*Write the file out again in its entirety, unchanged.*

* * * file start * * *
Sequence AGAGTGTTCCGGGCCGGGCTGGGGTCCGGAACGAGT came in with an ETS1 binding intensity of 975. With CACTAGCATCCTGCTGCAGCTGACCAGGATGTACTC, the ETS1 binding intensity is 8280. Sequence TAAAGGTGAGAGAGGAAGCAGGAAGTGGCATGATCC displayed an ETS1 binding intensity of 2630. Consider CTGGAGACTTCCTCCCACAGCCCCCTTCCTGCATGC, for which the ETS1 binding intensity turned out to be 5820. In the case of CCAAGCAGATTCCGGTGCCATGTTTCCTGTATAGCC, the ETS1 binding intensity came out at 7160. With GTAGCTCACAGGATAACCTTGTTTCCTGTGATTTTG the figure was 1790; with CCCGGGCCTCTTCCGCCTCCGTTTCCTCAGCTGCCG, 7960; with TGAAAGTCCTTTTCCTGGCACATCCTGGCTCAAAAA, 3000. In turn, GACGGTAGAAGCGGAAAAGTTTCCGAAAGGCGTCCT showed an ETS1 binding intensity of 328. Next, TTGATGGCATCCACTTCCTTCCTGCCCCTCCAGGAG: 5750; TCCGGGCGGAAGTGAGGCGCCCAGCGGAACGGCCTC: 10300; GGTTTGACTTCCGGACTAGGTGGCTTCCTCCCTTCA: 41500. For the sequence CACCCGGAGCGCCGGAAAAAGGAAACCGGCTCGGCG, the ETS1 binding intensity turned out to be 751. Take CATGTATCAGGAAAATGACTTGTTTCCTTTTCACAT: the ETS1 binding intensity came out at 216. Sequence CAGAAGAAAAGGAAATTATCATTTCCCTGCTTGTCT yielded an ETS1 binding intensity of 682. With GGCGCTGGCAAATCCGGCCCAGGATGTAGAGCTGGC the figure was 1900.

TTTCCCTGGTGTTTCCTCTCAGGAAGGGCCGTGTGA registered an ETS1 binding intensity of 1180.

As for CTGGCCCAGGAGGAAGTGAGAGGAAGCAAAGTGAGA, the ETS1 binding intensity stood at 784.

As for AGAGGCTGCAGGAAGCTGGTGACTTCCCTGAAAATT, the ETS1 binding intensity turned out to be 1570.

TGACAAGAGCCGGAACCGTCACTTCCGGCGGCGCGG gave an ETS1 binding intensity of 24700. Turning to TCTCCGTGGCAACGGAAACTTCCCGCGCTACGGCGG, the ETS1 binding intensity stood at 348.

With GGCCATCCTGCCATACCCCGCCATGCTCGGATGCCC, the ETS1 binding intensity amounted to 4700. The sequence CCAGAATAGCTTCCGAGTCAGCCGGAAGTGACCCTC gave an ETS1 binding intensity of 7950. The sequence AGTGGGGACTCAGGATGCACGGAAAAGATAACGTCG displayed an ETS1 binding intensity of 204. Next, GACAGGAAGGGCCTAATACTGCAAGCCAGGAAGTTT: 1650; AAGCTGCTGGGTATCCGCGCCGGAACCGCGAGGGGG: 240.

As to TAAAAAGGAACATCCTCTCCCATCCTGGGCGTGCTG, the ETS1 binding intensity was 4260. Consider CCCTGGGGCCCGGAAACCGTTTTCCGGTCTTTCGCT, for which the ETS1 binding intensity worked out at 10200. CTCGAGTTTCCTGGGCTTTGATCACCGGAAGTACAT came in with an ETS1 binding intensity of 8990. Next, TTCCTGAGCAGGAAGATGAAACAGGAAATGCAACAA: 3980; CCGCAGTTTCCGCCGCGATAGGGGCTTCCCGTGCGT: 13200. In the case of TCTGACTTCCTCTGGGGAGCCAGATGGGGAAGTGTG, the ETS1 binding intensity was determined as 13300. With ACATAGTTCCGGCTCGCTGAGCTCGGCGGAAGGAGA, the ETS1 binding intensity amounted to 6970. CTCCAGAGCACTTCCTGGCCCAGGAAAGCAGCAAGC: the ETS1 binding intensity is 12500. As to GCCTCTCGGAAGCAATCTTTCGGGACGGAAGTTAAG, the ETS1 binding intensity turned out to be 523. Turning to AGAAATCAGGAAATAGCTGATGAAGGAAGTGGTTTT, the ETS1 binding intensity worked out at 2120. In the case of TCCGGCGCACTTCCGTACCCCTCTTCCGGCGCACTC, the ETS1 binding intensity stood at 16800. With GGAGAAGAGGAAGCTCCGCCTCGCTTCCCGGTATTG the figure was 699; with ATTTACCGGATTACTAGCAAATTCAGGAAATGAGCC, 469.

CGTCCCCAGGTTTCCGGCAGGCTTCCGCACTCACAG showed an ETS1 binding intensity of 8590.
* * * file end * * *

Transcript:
Sequence AGAGTGTTCCGGGCCGGGCTGGGGTCCGGAACGAGT came in with an ETS1 binding intensity of 975. With CACTAGCATCCTGCTGCAGCTGACCAGGATGTACTC, the ETS1 binding intensity is 8280. Sequence TAAAGGTGAGAGAGGAAGCAGGAAGTGGCATGATCC displayed an ETS1 binding intensity of 2630. Consider CTGGAGACTTCCTCCCACAGCCCCCTTCCTGCATGC, for which the ETS1 binding intensity turned out to be 5820. In the case of CCAAGCAGATTCCGGTGCCATGTTTCCTGTATAGCC, the ETS1 binding intensity came out at 7160. With GTAGCTCACAGGATAACCTTGTTTCCTGTGATTTTG the figure was 1790; with CCCGGGCCTCTTCCGCCTCCGTTTCCTCAGCTGCCG, 7960; with TGAAAGTCCTTTTCCTGGCACATCCTGGCTCAAAAA, 3000. In turn, GACGGTAGAAGCGGAAAAGTTTCCGAAAGGCGTCCT showed an ETS1 binding intensity of 328. Next, TTGATGGCATCCACTTCCTTCCTGCCCCTCCAGGAG: 5750; TCCGGGCGGAAGTGAGGCGCCCAGCGGAACGGCCTC: 10300; GGTTTGACTTCCGGACTAGGTGGCTTCCTCCCTTCA: 41500. For the sequence CACCCGGAGCGCCGGAAAAAGGAAACCGGCTCGGCG, the ETS1 binding intensity turned out to be 751. Take CATGTATCAGGAAAATGACTTGTTTCCTTTTCACAT: the ETS1 binding intensity came out at 216. Sequence CAGAAGAAAAGGAAATTATCATTTCCCTGCTTGTCT yielded an ETS1 binding intensity of 682. With GGCGCTGGCAAATCCGGCCCAGGATGTAGAGCTGGC the figure was 1900.

TTTCCCTGGTGTTTCCTCTCAGGAAGGGCCGTGTGA registered an ETS1 binding intensity of 1180.

As for CTGGCCCAGGAGGAAGTGAGAGGAAGCAAAGTGAGA, the ETS1 binding intensity stood at 784.

As for AGAGGCTGCAGGAAGCTGGTGACTTCCCTGAAAATT, the ETS1 binding intensity turned out to be 1570.

TGACAAGAGCCGGAACCGTCACTTCCGGCGGCGCGG gave an ETS1 binding intensity of 24700. Turning to TCTCCGTGGCAACGGAAACTTCCCGCGCTACGGCGG, the ETS1 binding intensity stood at 348.

With GGCCATCCTGCCATACCCCGCCATGCTCGGATGCCC, the ETS1 binding intensity amounted to 4700. The sequence CCAGAATAGCTTCCGAGTCAGCCGGAAGTGACCCTC gave an ETS1 binding intensity of 7950. The sequence AGTGGGGACTCAGGATGCACGGAAAAGATAACGTCG displayed an ETS1 binding intensity of 204. Next, GACAGGAAGGGCCTAATACTGCAAGCCAGGAAGTTT: 1650; AAGCTGCTGGGTATCCGCGCCGGAACCGCGAGGGGG: 240.

As to TAAAAAGGAACATCCTCTCCCATCCTGGGCGTGCTG, the ETS1 binding intensity was 4260. Consider CCCTGGGGCCCGGAAACCGTTTTCCGGTCTTTCGCT, for which the ETS1 binding intensity worked out at 10200. CTCGAGTTTCCTGGGCTTTGATCACCGGAAGTACAT came in with an ETS1 binding intensity of 8990. Next, TTCCTGAGCAGGAAGATGAAACAGGAAATGCAACAA: 3980; CCGCAGTTTCCGCCGCGATAGGGGCTTCCCGTGCGT: 13200. In the case of TCTGACTTCCTCTGGGGAGCCAGATGGGGAAGTGTG, the ETS1 binding intensity was determined as 13300. With ACATAGTTCCGGCTCGCTGAGCTCGGCGGAAGGAGA, the ETS1 binding intensity amounted to 6970. CTCCAGAGCACTTCCTGGCCCAGGAAAGCAGCAAGC: the ETS1 binding intensity is 12500. As to GCCTCTCGGAAGCAATCTTTCGGGACGGAAGTTAAG, the ETS1 binding intensity turned out to be 523. Turning to AGAAATCAGGAAATAGCTGATGAAGGAAGTGGTTTT, the ETS1 binding intensity worked out at 2120. In the case of TCCGGCGCACTTCCGTACCCCTCTTCCGGCGCACTC, the ETS1 binding intensity stood at 16800. With GGAGAAGAGGAAGCTCCGCCTCGCTTCCCGGTATTG the figure was 699; with ATTTACCGGATTACTAGCAAATTCAGGAAATGAGCC, 469.

CGTCCCCAGGTTTCCGGCAGGCTTCCGCACTCACAG showed an ETS1 binding intensity of 8590.